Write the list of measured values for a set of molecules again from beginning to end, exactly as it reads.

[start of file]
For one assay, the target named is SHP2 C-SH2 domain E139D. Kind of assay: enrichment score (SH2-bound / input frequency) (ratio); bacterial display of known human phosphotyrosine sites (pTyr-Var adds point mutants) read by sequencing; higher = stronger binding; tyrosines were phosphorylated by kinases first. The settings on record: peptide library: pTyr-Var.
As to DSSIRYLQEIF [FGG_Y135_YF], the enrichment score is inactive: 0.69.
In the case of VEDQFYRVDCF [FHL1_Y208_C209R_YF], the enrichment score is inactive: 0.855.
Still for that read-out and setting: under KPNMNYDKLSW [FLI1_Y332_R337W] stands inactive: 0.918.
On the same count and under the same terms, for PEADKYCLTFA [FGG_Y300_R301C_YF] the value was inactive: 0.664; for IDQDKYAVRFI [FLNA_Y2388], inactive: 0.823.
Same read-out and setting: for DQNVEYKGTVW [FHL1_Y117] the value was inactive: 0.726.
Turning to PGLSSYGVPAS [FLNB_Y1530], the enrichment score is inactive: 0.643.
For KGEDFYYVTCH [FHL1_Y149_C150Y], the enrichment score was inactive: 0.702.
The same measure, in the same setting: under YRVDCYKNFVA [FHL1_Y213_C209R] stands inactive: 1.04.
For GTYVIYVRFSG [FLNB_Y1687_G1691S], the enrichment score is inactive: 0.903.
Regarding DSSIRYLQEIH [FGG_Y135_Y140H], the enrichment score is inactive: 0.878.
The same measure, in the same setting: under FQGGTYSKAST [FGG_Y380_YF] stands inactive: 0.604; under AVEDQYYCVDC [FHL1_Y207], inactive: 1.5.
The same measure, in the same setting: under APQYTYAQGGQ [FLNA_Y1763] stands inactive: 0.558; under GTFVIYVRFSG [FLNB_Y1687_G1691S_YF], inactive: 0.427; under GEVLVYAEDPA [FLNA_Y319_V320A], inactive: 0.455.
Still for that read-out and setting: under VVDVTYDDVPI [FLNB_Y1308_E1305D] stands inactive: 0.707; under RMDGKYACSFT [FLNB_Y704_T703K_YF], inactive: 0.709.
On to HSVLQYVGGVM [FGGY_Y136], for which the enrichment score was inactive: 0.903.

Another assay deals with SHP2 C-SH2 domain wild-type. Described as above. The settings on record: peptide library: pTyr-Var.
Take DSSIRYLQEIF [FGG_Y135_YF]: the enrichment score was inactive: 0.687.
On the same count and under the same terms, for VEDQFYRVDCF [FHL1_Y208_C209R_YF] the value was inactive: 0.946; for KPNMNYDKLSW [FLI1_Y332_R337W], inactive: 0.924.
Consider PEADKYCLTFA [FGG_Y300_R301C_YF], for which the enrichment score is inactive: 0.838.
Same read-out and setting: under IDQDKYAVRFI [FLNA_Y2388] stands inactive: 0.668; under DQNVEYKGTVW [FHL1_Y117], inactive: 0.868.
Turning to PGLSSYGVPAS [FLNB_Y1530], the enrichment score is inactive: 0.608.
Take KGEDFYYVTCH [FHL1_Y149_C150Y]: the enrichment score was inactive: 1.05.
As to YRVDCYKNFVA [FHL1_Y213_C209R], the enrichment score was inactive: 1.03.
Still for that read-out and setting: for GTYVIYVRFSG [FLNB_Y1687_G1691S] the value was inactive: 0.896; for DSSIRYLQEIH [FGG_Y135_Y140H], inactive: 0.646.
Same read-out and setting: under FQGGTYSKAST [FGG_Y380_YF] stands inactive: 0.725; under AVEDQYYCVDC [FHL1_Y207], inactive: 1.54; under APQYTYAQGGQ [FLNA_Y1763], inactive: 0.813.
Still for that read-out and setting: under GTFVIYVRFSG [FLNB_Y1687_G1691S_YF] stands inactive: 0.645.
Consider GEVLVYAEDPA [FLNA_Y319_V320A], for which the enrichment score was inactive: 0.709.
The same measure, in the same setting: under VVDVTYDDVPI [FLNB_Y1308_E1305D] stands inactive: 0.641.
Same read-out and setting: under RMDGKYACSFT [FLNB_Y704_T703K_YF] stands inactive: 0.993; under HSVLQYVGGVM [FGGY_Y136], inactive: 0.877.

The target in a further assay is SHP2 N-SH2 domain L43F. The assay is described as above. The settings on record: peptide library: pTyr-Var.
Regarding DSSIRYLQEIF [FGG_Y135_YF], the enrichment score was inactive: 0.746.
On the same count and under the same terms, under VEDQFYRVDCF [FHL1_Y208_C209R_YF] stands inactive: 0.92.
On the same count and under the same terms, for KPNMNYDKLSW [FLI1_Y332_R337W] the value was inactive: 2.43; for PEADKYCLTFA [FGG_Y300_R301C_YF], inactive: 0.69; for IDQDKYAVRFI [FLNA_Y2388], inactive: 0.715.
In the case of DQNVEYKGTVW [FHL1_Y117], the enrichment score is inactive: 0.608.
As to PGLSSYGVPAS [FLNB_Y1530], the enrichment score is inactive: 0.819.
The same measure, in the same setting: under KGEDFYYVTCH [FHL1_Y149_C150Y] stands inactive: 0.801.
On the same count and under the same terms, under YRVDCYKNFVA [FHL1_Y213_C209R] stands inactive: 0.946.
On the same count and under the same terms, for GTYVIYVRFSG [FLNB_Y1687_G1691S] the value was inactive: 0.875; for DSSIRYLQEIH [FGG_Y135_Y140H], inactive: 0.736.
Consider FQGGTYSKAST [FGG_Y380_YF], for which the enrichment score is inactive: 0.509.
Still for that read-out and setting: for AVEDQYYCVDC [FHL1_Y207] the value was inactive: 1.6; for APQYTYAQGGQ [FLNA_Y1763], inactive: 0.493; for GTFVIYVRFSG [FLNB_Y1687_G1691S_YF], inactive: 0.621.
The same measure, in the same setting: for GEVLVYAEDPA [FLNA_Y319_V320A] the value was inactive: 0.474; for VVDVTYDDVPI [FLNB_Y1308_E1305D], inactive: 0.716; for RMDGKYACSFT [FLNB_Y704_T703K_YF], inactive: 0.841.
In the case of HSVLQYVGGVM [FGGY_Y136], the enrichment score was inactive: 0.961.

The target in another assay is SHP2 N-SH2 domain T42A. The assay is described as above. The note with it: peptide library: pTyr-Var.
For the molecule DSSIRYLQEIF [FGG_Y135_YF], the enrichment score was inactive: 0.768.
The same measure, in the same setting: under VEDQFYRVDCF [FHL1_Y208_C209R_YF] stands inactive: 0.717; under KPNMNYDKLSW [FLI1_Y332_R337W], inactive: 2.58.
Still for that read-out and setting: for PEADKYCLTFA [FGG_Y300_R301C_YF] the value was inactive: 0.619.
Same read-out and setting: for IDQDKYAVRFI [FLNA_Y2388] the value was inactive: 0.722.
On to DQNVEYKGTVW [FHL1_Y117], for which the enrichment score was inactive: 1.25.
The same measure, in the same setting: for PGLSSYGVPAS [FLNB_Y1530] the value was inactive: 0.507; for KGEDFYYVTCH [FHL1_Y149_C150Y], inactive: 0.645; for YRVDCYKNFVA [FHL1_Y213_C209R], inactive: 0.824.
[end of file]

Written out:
For one assay, the target named is SHP2 C-SH2 domain E139D. Kind of assay: enrichment score (SH2-bound / input frequency) (ratio); bacterial display of known human phosphotyrosine sites (pTyr-Var adds point mutants) read by sequencing; higher = stronger binding; tyrosines were phosphorylated by kinases first. The settings on record: peptide library: pTyr-Var.
As to DSSIRYLQEIF [FGG_Y135_YF], the enrichment score is inactive: 0.69.
In the case of VEDQFYRVDCF [FHL1_Y208_C209R_YF], the enrichment score is inactive: 0.855.
Still for that read-out and setting: under KPNMNYDKLSW [FLI1_Y332_R337W] stands inactive: 0.918.
On the same count and under the same terms, for PEADKYCLTFA [FGG_Y300_R301C_YF] the value was inactive: 0.664; for IDQDKYAVRFI [FLNA_Y2388], inactive: 0.823.
Same read-out and setting: for DQNVEYKGTVW [FHL1_Y117] the value was inactive: 0.726.
Turning to PGLSSYGVPAS [FLNB_Y1530], the enrichment score is inactive: 0.643.
For KGEDFYYVTCH [FHL1_Y149_C150Y], the enrichment score was inactive: 0.702.
The same measure, in the same setting: under YRVDCYKNFVA [FHL1_Y213_C209R] stands inactive: 1.04.
For GTYVIYVRFSG [FLNB_Y1687_G1691S], the enrichment score is inactive: 0.903.
Regarding DSSIRYLQEIH [FGG_Y135_Y140H], the enrichment score is inactive: 0.878.
The same measure, in the same setting: under FQGGTYSKAST [FGG_Y380_YF] stands inactive: 0.604; under AVEDQYYCVDC [FHL1_Y207], inactive: 1.5.
The same measure, in the same setting: under APQYTYAQGGQ [FLNA_Y1763] stands inactive: 0.558; under GTFVIYVRFSG [FLNB_Y1687_G1691S_YF], inactive: 0.427; under GEVLVYAEDPA [FLNA_Y319_V320A], inactive: 0.455.
Still for that read-out and setting: under VVDVTYDDVPI [FLNB_Y1308_E1305D] stands inactive: 0.707; under RMDGKYACSFT [FLNB_Y704_T703K_YF], inactive: 0.709.
On to HSVLQYVGGVM [FGGY_Y136], for which the enrichment score was inactive: 0.903.

Another assay deals with SHP2 C-SH2 domain wild-type. Described as above. The settings on record: peptide library: pTyr-Var.
Take DSSIRYLQEIF [FGG_Y135_YF]: the enrichment score was inactive: 0.687.
On the same count and under the same terms, for VEDQFYRVDCF [FHL1_Y208_C209R_YF] the value was inactive: 0.946; for KPNMNYDKLSW [FLI1_Y332_R337W], inactive: 0.924.
Consider PEADKYCLTFA [FGG_Y300_R301C_YF], for which the enrichment score is inactive: 0.838.
Same read-out and setting: under IDQDKYAVRFI [FLNA_Y2388] stands inactive: 0.668; under DQNVEYKGTVW [FHL1_Y117], inactive: 0.868.
Turning to PGLSSYGVPAS [FLNB_Y1530], the enrichment score is inactive: 0.608.
Take KGEDFYYVTCH [FHL1_Y149_C150Y]: the enrichment score was inactive: 1.05.
As to YRVDCYKNFVA [FHL1_Y213_C209R], the enrichment score was inactive: 1.03.
Still for that read-out and setting: for GTYVIYVRFSG [FLNB_Y1687_G1691S] the value was inactive: 0.896; for DSSIRYLQEIH [FGG_Y135_Y140H], inactive: 0.646.
Same read-out and setting: under FQGGTYSKAST [FGG_Y380_YF] stands inactive: 0.725; under AVEDQYYCVDC [FHL1_Y207], inactive: 1.54; under APQYTYAQGGQ [FLNA_Y1763], inactive: 0.813.
Still for that read-out and setting: under GTFVIYVRFSG [FLNB_Y1687_G1691S_YF] stands inactive: 0.645.
Consider GEVLVYAEDPA [FLNA_Y319_V320A], for which the enrichment score was inactive: 0.709.
The same measure, in the same setting: under VVDVTYDDVPI [FLNB_Y1308_E1305D] stands inactive: 0.641.
Same read-out and setting: under RMDGKYACSFT [FLNB_Y704_T703K_YF] stands inactive: 0.993; under HSVLQYVGGVM [FGGY_Y136], inactive: 0.877.

The target in a further assay is SHP2 N-SH2 domain L43F. The assay is described as above. The settings on record: peptide library: pTyr-Var.
Regarding DSSIRYLQEIF [FGG_Y135_YF], the enrichment score was inactive: 0.746.
On the same count and under the same terms, under VEDQFYRVDCF [FHL1_Y208_C209R_YF] stands inactive: 0.92.
On the same count and under the same terms, for KPNMNYDKLSW [FLI1_Y332_R337W] the value was inactive: 2.43; for PEADKYCLTFA [FGG_Y300_R301C_YF], inactive: 0.69; for IDQDKYAVRFI [FLNA_Y2388], inactive: 0.715.
In the case of DQNVEYKGTVW [FHL1_Y117], the enrichment score is inactive: 0.608.
As to PGLSSYGVPAS [FLNB_Y1530], the enrichment score is inactive: 0.819.
The same measure, in the same setting: under KGEDFYYVTCH [FHL1_Y149_C150Y] stands inactive: 0.801.
On the same count and under the same terms, under YRVDCYKNFVA [FHL1_Y213_C209R] stands inactive: 0.946.
On the same count and under the same terms, for GTYVIYVRFSG [FLNB_Y1687_G1691S] the value was inactive: 0.875; for DSSIRYLQEIH [FGG_Y135_Y140H], inactive: 0.736.
Consider FQGGTYSKAST [FGG_Y380_YF], for which the enrichment score is inactive: 0.509.
Still for that read-out and setting: for AVEDQYYCVDC [FHL1_Y207] the value was inactive: 1.6; for APQYTYAQGGQ [FLNA_Y1763], inactive: 0.493; for GTFVIYVRFSG [FLNB_Y1687_G1691S_YF], inactive: 0.621.
The same measure, in the same setting: for GEVLVYAEDPA [FLNA_Y319_V320A] the value was inactive: 0.474; for VVDVTYDDVPI [FLNB_Y1308_E1305D], inactive: 0.716; for RMDGKYACSFT [FLNB_Y704_T703K_YF], inactive: 0.841.
In the case of HSVLQYVGGVM [FGGY_Y136], the enrichment score was inactive: 0.961.

The target in another assay is SHP2 N-SH2 domain T42A. The assay is described as above. The note with it: peptide library: pTyr-Var.
For the molecule DSSIRYLQEIF [FGG_Y135_YF], the enrichment score was inactive: 0.768.
The same measure, in the same setting: under VEDQFYRVDCF [FHL1_Y208_C209R_YF] stands inactive: 0.717; under KPNMNYDKLSW [FLI1_Y332_R337W], inactive: 2.58.
Still for that read-out and setting: for PEADKYCLTFA [FGG_Y300_R301C_YF] the value was inactive: 0.619.
Same read-out and setting: for IDQDKYAVRFI [FLNA_Y2388] the value was inactive: 0.722.
On to DQNVEYKGTVW [FHL1_Y117], for which the enrichment score was inactive: 1.25.
The same measure, in the same setting: for PGLSSYGVPAS [FLNB_Y1530] the value was inactive: 0.507; for KGEDFYYVTCH [FHL1_Y149_C150Y], inactive: 0.645; for YRVDCYKNFVA [FHL1_Y213_C209R], inactive: 0.824.